Having been involved in the restoration of hundreds of cars, Mike Brewer shares the story of his 1959 MGA restoration, imported from America and transformed by a team of experts.
For me, the MGA has to be the prettiest car MG has ever built. Not only is it stunning in its design, but it also brought MG kicking and screaming into the world of modern motoring.
The MGA would prove especially popular in the USA, which is where I found my car. MG did away with running board and the big separate wings of older cars and brought in a thoroughly modern design, every bit as stunning as rivals from the likes of Austin Healey and Jaguar.
I’d done an MGA restoration a few years back on Wheeler Dealers and it’s a cliché, but I’d wished I’d held on to it, so I’d always kept an eye out for another. I found a 1959 MGA in California, belonging to a fella called Jim and although it was a bit rough, thanks to the dry, warm climate, it was solid.
It had been resprayed yellow at some point in its life and it wasn’t the best paint job, but when you’re taking on a project like this, you’ve got to look beyond things like paint.
I’ve always said that if you get yourself involved with a restoration project the first thing to do is join a Club. Clubs are packed full of friendly people who are only too willing to offer you advice, support and the best go-to-specialists to get your car back to its best.
I’d joined the MG Car Club when I hosted MGLive! at Silverstone back in 2015, so I thought it might be a good idea to see what other MG Car Club members thought of the car.
Barn finds are so popular at the moment and a lot of people really go in for ‘as found’ restorations – the car looks like it’s just come out of storage, dust and all, but mechanically they’re spot on – I wasn’t sure whether to go down this route with the MGA or to go for a full stripdown and rebuild, so at the NEC Classic Motor Show in November 2016 I put the car on the MG Car Club stand and let the members vote!
I spent quite a bit of time with the Club that weekend, talking to members with their own MGAs, some original, some modified, some being restored and they were able to show me all the little tweaks and changes that had been made to my car during its life – once I knew it wasn’t an especially original example, the opportunity to restore and modify the car was too good to refuse!
The A had a relatively short production run, there aren’t nearly as many MGAs as there are MGBs or Midgets and so some parts can be a little bit more challenging to source. With my time split between working in the UK and the States I had to be realistic – if I wanted to be able to use and enjoy the MGA I knew it wasn’t going to be a project I could tackle on my own, so I was going to need some help.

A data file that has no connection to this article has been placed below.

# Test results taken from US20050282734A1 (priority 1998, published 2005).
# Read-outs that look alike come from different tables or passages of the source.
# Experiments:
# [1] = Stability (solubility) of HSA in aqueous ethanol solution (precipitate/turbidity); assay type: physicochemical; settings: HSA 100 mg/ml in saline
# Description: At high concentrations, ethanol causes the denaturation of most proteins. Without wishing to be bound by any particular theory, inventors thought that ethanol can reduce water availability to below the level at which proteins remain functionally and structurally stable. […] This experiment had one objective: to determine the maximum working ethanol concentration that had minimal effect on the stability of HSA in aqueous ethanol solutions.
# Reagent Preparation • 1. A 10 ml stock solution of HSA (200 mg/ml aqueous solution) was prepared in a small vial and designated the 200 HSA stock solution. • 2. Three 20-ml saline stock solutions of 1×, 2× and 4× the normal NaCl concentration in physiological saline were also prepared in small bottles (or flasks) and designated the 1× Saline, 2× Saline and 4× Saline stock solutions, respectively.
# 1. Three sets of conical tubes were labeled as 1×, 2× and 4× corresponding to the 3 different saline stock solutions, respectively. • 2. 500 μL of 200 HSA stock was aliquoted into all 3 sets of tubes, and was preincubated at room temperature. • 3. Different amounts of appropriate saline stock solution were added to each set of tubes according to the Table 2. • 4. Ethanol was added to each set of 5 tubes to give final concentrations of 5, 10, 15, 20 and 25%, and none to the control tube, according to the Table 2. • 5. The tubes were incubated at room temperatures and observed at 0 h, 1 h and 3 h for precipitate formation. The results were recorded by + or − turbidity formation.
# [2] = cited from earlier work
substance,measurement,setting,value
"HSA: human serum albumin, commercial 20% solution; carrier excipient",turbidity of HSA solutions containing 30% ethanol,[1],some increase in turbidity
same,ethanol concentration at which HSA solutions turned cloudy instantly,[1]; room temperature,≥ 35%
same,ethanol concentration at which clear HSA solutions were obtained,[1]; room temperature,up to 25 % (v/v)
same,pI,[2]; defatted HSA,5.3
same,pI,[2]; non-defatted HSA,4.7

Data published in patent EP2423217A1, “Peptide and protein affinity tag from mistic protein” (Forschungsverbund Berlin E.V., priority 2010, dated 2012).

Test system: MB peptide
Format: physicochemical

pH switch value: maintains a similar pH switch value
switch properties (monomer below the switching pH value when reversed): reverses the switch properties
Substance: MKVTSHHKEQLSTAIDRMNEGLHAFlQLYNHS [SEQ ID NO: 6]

Once the Classic Motor Show was over, I took the A down to the MG Car Club’s HQ, Kimber House, in Abingdon. Kimber House is next door to the old MG factory site, so there was really something special about taking the ‘A’ home and putting it on display in the Clubhouse.
Over a cuppa at Kimber House, I talked with the guys from the MG Car Club, who suggested Moss Europe would be great to work with on the project as they supply almost everything I would need for the project. Good spares from a knowledgeable supplier are vital, so that was one big box ticked.
But I knew I would also need some real mechanical back up to get the project done in a reasonable timescale – someone I could trust to get everything just right while I was away working.
I’d entered the 2016 Peking to Paris rally but work meant I’d had to miss out on the rally proper, but my entry had brought me into contact with Rally Preparation Services (RPS). Based in Witney, they’re just up the road from the MG Car Club, so that made it even easier for me to link up with their MD Simon Ayris and the Workshop Foreman (and MG expert) Ben Harris – he’s built over a dozen MGs in his time and having an expert like Ben in your corner is invaluable.
With the MGCC and RPS being so close to each other it meant that Ben and Simon could give the A a thorough assessment and thankfully, Ben was satisfied that despite it looking a bit rough around the edges, the car had a really solid base.
After some time on display at Kimber House, the guys from RPS collected the car and got it to the workshop, ready to start stripping it down. Come the summer of 2017, they took the car up to Silverstone for MGLive! to continue the strip at the show. It got a lot of interest from visitors and members at the show – it was great to see just how interested people were in the project.
There’s always a worry that when you start taking a car to bits you’re going to find yourself with a mountain of welding or a chassis that’s too rotten to repair. Thankfully as Ben got down to the nuts and bolts he found the MGA was in really good shape – the biggest advantage of a California car is the lack of salt on the roads and therefore rust on the chassis.
With the A back at RPS’ workshop, my next stop was Moss Europe – Ben had given me a pretty lengthy shopping list and to be honest, I thought he was asking a lot of me to get it all in one go at one place but once I got to Moss’ warehouse I couldn’t believe the sheer amount of parts they hold.
I spent a good day down there with the guys, I could have been there even longer. There’s not just stuff for MGs, but they’ve got bits for Minis, Triumphs, Jaguars, all sorts – you can go and buy a bulb or a bodyshell. Luckily after a day with Felipe, their parts advisor, I had a fully loaded car and a fully lightened wallet! Seriously though, it’s important to have proper parts support and the guys at Moss came up trumps.
In the next part, I’ll be sharing what Ben and the rest of the RPS team got up to as they got deeper into the restoration and my plans for mods and improvements to the car.